There is an obvious reason for this, of course. While chemistry has developed over thousands of years and was guided by some incredibly intelligent people, nature was made by God. As a result, you expect nature to be filled with things that put the most amazing achievements of chemistry (and science in general) to shame. Of course, that’s exactly what you find. From the best possible design for the vertebrate eye to the lightning-fast chameleon tongue, nature’s designs are significantly better than anything human science can produce. Indeed, world-renowned atheist Antony Flew had to give up his atheistic faith specifically because of the amazing design he saw in nature.
Well, it turns out that even some of nature’s slime is amazing!
A velvet worm looks like a velvet-covered slug with short, fat legs. It is a carnivore and has a very interesting means of catching prey. It has two antennae that are very sensitive to smell. Once a velvet worm catches the scent of possible prey, it follows the smell until it gets within 30 or so centimeters of the unfortunate creature. Then, it squirts slime from turrets on either side of its mouth. The slime covers the creature, and then it quickly turns into a net of sticky threads that holds the prey until the worm can amble over to it and inject poisonous saliva into the prey to kill it and begin the digestion process.
Now that might sound really gross, but it involves some pretty stunning chemistry. When the slime leaves the velvet worm’s turrets, it is just slime. However, when it hits the prey, it quickly turns into a net of sticky threads. For many years, scientists couldn’t even understand how this happens, much less figure out how to make such interesting slime. Well, even though we still can’t come close to making anything like the velvet worm’s amazing slime, we now at least understand how the process works.
Victoria S. Haritos and colleagues recently published the results of an in-depth analysis of velvet worm slime in the Proceedings of the Royal Society B.1 In that study, they looked at the genes that were active in the glands that make the slime, and they matched those genes to proteins that are actually found in the slime. They showed that there are three categories of “active ingredients” in the slime. Two of them appear in small concentrations and are thought to be antiviral and antibacterial agents used to make the prey fit to eat.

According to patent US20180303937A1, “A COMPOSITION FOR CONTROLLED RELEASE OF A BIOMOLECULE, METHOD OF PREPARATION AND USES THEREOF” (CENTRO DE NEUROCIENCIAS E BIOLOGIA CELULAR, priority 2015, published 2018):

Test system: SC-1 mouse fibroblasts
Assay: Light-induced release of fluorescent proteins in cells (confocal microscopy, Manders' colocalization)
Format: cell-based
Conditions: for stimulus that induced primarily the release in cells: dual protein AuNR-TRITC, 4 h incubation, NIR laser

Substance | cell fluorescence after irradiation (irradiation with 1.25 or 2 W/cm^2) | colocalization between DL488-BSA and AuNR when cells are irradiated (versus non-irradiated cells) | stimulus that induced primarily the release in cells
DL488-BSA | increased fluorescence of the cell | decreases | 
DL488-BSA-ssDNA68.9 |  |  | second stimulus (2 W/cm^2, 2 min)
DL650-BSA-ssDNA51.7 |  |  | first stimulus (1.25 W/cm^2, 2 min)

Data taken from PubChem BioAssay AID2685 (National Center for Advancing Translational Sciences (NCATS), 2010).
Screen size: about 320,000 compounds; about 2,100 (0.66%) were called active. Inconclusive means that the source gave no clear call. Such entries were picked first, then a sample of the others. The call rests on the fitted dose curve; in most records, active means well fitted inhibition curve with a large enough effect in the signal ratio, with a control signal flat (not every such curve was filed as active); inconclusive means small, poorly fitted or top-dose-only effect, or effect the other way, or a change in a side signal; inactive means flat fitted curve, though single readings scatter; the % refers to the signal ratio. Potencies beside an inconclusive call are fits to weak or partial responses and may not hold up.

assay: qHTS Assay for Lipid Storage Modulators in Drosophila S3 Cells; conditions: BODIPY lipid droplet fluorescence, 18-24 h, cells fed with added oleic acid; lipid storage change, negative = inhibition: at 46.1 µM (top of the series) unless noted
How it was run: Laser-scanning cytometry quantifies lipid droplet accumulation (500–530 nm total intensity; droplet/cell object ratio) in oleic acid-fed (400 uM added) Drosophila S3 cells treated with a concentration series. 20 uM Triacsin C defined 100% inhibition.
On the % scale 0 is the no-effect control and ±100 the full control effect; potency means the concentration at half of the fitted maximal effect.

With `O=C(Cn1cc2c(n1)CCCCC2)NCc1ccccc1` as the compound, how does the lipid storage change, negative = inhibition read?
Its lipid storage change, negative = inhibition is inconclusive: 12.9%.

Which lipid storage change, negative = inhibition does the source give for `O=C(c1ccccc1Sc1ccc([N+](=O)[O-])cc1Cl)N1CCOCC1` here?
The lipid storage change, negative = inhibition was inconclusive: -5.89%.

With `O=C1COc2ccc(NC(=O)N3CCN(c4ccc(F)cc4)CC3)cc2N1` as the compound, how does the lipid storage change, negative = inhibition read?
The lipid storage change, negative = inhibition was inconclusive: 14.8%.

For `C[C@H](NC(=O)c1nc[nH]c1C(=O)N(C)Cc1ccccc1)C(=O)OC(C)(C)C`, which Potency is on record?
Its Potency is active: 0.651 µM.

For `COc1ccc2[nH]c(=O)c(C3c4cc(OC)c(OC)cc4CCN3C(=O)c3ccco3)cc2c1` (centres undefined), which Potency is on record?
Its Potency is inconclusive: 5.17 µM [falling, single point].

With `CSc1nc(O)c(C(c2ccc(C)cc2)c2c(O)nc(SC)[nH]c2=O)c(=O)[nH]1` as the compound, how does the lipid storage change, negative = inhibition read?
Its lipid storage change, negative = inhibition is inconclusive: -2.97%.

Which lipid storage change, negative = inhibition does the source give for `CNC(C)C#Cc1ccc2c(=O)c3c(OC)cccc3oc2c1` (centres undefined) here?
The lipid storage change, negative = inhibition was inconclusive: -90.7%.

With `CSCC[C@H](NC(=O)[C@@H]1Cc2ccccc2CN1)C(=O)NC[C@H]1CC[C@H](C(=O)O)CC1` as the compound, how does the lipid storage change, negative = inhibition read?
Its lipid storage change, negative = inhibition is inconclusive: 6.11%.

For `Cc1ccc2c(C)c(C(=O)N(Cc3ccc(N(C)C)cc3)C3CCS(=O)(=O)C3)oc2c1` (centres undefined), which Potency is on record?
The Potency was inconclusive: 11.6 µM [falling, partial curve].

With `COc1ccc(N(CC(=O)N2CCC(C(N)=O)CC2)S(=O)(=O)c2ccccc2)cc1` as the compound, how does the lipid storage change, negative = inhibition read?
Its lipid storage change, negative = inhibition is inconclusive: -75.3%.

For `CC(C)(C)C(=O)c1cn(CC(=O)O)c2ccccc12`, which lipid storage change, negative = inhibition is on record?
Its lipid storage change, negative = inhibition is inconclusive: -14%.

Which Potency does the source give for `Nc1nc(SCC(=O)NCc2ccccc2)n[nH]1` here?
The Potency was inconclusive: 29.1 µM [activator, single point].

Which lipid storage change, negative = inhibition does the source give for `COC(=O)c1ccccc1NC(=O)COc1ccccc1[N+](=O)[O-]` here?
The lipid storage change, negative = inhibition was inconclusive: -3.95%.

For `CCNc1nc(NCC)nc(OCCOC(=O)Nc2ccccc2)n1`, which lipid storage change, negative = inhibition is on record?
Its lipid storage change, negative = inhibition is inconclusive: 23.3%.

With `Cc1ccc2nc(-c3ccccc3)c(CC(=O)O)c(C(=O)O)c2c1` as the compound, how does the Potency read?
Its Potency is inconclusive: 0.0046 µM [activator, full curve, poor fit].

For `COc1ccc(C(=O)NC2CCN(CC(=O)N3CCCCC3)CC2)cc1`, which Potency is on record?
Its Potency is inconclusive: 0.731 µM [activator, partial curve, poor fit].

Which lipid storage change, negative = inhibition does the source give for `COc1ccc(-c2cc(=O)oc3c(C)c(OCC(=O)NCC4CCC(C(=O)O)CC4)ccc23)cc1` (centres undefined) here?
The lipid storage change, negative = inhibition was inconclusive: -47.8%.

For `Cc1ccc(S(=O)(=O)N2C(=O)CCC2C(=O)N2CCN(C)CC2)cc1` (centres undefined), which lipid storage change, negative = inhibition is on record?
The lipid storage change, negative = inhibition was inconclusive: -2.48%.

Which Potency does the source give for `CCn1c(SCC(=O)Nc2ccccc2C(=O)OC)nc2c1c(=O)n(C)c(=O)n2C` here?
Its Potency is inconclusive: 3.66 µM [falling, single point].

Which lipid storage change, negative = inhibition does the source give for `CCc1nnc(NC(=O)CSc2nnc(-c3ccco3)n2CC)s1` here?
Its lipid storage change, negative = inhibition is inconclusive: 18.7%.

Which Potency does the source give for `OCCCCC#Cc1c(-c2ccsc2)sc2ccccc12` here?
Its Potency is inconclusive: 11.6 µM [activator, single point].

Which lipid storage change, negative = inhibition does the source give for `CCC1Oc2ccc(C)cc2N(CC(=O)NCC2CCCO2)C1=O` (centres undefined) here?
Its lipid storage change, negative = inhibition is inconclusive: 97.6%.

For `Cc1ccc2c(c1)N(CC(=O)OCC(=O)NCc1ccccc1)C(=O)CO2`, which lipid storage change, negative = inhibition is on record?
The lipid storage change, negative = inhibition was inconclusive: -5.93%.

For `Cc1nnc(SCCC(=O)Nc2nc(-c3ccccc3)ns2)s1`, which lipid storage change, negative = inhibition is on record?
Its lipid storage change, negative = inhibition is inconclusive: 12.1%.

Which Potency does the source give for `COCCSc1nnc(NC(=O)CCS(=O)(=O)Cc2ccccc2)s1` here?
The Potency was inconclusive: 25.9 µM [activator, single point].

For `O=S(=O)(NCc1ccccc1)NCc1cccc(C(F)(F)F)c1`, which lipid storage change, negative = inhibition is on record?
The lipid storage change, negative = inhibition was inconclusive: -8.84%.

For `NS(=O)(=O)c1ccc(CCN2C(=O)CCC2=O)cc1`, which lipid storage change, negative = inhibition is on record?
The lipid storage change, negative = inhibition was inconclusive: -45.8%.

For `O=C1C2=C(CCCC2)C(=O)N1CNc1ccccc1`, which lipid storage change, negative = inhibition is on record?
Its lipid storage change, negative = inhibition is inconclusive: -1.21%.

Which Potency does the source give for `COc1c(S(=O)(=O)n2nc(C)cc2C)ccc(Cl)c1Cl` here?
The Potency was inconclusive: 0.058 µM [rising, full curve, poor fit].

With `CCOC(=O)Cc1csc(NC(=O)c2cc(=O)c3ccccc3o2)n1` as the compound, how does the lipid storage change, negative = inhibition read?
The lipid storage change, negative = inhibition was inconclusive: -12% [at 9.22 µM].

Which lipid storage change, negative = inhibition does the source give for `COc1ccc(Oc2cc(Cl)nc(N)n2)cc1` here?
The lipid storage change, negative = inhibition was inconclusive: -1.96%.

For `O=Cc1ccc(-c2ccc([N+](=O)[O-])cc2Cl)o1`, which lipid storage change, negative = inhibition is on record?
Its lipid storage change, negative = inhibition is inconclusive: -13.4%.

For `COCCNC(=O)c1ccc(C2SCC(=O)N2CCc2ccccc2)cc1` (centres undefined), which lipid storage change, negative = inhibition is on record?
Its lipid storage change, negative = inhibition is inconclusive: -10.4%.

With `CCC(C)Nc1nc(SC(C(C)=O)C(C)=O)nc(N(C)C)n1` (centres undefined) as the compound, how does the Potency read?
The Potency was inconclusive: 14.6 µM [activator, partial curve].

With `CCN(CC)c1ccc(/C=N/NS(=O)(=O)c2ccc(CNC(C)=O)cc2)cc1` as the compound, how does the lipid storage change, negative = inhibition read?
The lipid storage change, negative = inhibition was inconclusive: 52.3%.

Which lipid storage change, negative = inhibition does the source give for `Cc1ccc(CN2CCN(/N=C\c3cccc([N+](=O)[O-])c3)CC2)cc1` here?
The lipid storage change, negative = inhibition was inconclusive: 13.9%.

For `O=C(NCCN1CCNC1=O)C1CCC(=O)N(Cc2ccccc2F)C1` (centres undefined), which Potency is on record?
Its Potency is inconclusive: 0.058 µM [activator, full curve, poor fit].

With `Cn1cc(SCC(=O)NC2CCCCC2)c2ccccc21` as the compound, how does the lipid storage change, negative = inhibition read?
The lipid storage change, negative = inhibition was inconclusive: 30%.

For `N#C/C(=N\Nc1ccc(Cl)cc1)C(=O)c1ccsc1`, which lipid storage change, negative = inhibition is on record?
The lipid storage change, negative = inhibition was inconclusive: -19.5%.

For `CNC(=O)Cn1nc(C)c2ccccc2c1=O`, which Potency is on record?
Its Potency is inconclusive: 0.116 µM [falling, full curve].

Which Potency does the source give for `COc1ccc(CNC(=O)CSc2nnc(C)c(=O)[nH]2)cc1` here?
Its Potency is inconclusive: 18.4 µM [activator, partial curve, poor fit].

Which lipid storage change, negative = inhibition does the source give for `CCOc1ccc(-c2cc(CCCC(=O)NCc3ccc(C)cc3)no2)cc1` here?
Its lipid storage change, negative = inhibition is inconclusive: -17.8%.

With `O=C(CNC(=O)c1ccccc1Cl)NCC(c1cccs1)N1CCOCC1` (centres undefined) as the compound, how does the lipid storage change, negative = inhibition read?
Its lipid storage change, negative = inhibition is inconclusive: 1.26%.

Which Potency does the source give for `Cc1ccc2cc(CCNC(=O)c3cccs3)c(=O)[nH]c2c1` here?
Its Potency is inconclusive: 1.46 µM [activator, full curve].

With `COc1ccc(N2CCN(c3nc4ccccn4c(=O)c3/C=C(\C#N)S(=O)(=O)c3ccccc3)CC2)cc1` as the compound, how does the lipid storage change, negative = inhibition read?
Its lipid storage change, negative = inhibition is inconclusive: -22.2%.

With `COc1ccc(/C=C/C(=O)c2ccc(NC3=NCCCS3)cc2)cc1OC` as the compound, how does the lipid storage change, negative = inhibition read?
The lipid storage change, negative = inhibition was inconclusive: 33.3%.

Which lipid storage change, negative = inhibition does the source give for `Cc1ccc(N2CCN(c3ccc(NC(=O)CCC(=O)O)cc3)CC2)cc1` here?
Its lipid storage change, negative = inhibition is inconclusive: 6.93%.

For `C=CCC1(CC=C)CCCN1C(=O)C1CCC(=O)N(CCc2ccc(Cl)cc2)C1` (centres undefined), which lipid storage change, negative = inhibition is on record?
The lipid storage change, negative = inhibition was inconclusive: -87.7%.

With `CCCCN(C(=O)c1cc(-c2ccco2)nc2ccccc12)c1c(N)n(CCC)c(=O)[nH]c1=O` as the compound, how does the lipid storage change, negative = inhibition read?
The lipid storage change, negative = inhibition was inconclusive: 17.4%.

The last category of active ingredient is the one that makes the slime so cool. It is a collection of long proteins that are in various disordered shapes. As a result, when mixed with water, they simply form goo. Goo is nice to shoot, but it isn’t really effective at holding prey. This isn’t a problem, however, because the proteins are capable of forming very orderly shapes, as long as there is not a lot of water present. Well, the very act of traveling through the air causes the goo to lose water due to evaporation, and then when the goo spreads out on its target, it loses even more water to evaporation. As a result, the long proteins transform from a disordered mess to a highly-structured series of fibers, which hold the prey quite effectively. Haritos and colleagues figured out that the proteins can do this because of certain very specific sequences of amino acids that are found throughout each molecule.
The chemistry of all this is quite fascinating, of course, but as is usually the case when I read about such intricately-designed systems in nature, I have to relate it back to the issue of origins. According to evolutionists, velvet worms are “primitive” creatures. Indeed, according to scientifically irresponsible dating techniques, they were supposed to have been on the planet more than 500 million years ago!2 Nevertheless, they have a means of catching prey that is so sophisticated, we are just now beginning to understand how it works. Clearly, these amazing animals are anything but primitive!
1. Victoria S. Haritos, et al., “Harnessing disorder: onychophorans use highly unstructured proteins, not silks, for prey capture,” Proceedings of the Royal Society B, 277:3255-3263, 2010
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2. Ross Piper, Extraordinary Animals : An Encyclopedia of Curious and Unusual Animals, Greenwood Press, 2007, pp. 111
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